Lanegan described This Short Sweet Life as ‘a masterpiece’ – and you can’t argue with him. He lends his backing vocals to Ricochets – a moody, organ-soaked song in the vein of Tindersticks, Nick Cave or, indeed, his own dark, bluesy barroom ballads.

I spoke to Huw Costin to find out why one of the best albums of 2017 was eight years in the making…

Q & A

It’s coming to the end of 2017. How’s the year been for you? 

Huw Costin: Complicated, hard work at times and rewarding. It’s a great relief to finally get this first album out.

This Short Sweet Life is one of my albums of the year. How do you feel about that?

HC: Good. I get so close to my work that I can easily lose a broader perspective, so it’s a nice feeling when someone else is receptive. It can be a lonely game.

The album came out in December, but you released the opening track, Birds, in 2011! No one can accuse you of rushing your debut album can they?

HC: Um, no.

Why did it take so long to get the record out?

HC: Well, I released another album in 2013 – Something/Nothing – under my own name, which took a bit of time. And I like to try things out – different overdubs, instrumentation and harmonies… A lot of stuff gets recorded, and then changed, then deleted again – it all takes time. A lot of the time there are more questions than answers – a lot of blind alleys.

I also spent a year or so approaching labels and chasing answers. In the end I did it myself. It took a lot of research, and a lot of time. I have a family, have to pay the bills, get the car fixed, so you know, I have to be patient.

I was introduced to Torn Sail by our mutual friend – Matt Hill [singer-songwriter Quiet Loner]. You both come from Nottinghamshire, don’t you? How did you get to know Matt?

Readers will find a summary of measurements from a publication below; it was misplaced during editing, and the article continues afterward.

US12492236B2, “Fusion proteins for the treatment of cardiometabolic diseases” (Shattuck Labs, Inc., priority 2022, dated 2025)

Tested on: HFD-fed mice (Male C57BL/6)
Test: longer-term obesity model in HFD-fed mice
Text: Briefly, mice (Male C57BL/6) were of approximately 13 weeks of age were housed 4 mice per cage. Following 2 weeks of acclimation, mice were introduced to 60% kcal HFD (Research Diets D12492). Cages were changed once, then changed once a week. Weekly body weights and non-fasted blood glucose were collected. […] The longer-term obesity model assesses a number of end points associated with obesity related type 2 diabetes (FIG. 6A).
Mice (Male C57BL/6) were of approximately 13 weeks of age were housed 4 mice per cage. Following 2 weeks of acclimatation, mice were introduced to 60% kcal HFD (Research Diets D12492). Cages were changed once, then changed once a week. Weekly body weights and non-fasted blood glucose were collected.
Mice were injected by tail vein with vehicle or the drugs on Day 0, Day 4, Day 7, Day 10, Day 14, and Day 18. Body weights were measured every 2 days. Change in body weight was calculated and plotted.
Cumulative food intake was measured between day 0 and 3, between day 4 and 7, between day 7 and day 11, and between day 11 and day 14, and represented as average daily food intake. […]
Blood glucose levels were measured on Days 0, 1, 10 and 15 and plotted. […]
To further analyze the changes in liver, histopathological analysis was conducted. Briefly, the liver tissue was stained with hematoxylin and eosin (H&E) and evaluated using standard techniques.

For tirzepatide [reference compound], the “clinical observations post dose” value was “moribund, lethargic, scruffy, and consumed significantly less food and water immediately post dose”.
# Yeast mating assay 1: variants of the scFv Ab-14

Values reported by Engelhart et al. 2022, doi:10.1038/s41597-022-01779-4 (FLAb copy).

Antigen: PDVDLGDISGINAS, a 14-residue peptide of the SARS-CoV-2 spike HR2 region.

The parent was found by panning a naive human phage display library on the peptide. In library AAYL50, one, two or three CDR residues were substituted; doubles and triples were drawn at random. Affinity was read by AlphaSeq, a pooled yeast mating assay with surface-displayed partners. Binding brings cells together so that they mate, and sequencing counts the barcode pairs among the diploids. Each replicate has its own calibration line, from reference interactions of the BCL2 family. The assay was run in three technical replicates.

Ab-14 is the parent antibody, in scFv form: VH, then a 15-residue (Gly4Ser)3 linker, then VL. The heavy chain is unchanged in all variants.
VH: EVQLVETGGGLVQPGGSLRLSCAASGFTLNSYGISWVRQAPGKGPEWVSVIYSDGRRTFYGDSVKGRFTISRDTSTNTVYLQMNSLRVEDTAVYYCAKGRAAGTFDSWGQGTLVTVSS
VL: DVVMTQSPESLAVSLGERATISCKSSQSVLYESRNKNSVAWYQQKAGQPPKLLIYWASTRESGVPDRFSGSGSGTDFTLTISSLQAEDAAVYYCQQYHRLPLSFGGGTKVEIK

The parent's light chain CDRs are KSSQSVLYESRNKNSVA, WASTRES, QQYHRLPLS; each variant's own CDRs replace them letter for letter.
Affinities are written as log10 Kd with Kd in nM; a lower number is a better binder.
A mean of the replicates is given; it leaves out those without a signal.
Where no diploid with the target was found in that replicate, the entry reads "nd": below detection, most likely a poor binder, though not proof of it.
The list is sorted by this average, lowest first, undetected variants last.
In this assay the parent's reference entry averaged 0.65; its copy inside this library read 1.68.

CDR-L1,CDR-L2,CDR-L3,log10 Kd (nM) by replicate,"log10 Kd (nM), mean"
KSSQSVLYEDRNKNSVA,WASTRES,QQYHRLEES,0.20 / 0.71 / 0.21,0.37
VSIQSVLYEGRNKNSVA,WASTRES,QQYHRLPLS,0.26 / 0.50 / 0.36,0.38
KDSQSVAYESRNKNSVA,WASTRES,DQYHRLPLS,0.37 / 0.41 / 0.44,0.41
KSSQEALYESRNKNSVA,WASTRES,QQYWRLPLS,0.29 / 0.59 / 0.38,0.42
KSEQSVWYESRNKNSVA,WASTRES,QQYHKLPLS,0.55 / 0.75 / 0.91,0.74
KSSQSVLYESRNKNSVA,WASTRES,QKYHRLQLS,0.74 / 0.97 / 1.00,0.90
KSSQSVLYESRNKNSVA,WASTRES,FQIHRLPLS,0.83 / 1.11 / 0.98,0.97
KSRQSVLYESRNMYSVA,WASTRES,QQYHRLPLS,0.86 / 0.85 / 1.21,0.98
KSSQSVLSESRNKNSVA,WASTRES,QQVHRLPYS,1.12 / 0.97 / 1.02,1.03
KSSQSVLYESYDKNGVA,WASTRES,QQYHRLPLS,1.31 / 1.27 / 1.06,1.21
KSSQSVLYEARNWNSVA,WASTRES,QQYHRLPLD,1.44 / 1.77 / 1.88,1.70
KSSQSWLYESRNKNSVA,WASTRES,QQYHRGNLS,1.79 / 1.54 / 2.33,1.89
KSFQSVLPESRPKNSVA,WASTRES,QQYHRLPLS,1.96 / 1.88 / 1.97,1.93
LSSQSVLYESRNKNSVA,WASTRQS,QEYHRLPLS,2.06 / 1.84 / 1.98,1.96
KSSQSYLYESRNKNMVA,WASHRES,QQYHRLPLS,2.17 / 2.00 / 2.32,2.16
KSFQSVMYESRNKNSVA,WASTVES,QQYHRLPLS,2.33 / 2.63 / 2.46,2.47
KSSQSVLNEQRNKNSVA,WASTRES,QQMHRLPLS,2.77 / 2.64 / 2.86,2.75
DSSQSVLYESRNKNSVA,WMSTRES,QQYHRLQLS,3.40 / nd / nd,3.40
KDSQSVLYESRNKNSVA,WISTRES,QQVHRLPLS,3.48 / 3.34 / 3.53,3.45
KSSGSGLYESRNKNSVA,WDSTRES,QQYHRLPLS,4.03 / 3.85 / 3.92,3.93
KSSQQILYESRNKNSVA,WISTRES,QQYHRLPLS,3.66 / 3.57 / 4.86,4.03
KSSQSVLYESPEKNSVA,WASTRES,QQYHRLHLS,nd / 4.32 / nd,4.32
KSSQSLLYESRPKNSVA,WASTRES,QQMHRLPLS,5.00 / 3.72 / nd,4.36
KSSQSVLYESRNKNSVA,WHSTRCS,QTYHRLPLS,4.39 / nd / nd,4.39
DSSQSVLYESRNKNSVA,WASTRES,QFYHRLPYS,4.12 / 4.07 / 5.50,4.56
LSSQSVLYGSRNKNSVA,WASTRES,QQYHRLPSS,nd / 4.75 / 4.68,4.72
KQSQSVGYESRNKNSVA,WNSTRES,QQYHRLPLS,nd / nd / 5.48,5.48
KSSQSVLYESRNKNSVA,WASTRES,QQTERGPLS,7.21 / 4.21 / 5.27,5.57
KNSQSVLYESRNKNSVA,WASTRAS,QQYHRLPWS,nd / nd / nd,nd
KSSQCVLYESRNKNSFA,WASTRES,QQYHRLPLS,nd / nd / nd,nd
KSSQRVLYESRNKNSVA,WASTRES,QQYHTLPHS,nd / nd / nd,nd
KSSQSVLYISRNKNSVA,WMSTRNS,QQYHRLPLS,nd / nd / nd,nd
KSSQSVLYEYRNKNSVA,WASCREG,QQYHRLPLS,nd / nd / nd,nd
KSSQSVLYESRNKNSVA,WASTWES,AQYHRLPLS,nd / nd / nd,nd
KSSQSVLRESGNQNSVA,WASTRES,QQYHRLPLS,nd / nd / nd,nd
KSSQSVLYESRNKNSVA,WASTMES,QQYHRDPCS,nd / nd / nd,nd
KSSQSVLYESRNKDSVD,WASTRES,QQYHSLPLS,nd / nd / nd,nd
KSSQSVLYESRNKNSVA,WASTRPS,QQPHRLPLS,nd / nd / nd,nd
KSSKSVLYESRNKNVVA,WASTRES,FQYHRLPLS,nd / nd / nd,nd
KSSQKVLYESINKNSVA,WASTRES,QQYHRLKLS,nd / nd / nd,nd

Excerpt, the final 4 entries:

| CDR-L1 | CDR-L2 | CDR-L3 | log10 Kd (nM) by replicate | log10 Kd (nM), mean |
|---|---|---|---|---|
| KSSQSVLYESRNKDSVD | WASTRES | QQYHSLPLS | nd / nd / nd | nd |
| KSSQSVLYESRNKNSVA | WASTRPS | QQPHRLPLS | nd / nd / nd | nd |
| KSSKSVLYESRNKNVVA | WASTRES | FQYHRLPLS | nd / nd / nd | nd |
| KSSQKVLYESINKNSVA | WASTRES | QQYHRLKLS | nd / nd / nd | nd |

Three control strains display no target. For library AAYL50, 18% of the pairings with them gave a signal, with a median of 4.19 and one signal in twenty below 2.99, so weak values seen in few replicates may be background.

HC: I think it was through my friend Emma, who puts on music nights in Retford. Perhaps we played the same night? Eventually he came and played a night I set up in Nottingham. He was brilliant on so many levels. It was one of the best nights I’ve put on, thanks to Matt.

I‘m a huge fan of Mark Lanegan – he features on the track Ricochets, along with E.R. Thorpe, on additional vocals. How did you come to work with Mark? Are you a fan? 

HC: Yes, but really only after I got to know him a little bit. The initial incarnation of Torn Sail was a band called The Cold Light Of Day, which Richard Warren set up to be the Soulsavers, featuring Mark Lanegan. The idea was that we’d support with our own material, and then play the Soulsavers stuff with Mark and a few other musicians. That never happened, but we did spend a week rehearsing with Mark for the All Tomorrow’s Parties bash at Butlins in Minehead.

TornSail1111_2683

Torn Sail

Can you explain the background to Torn Sail? How did it come about?

HC: As The Cold Light Of Day we recorded several tracks and played a bunch of gigs. It was a great band – we recorded some of my songs and some of Richard’s. We got a deal with TV Records, but Richard quit the band and did the record solo instead – and then went off on tour with Soulsavers. I was stunned at the time really, as we’d worked really hard, and Richard is really good at selling a dream…but you know, I get it now. He had to follow his mojo, and all the clues are in the lyrics he and I were singing at that time.

Anyway, the band and I decided to carry on, spent a few weekends laying down some recordings and, eight years later, here we are…

I can trace the roots of this album back to sitting on the stairs, strumming an E minor chord, when I was about 14, and a light melancholy that’s been with me on and off since then’

The album is a beautiful and haunting record. What was the starting point for it? Despite being made over a number of years, it feels like a cohesive record – a mood piece. What were you setting out to achieve with the album? Did you have a definite idea of what you wanted it to sound like? How did it all come together?

HC: Thank you. I can trace the roots back to sitting on the stairs, strumming an E minor chord, when I was about 14, and a light melancholy that’s been with me on and off since then.

There were six or seven tracks that didn’t make the record – faster, busier tracks. They jolted a little in the mix and it was important to me that this record could be sunk into – that there was a grace to the movement and that the album could be enjoyed as simply as a good song – no matter how dark the colours, or sad the melody.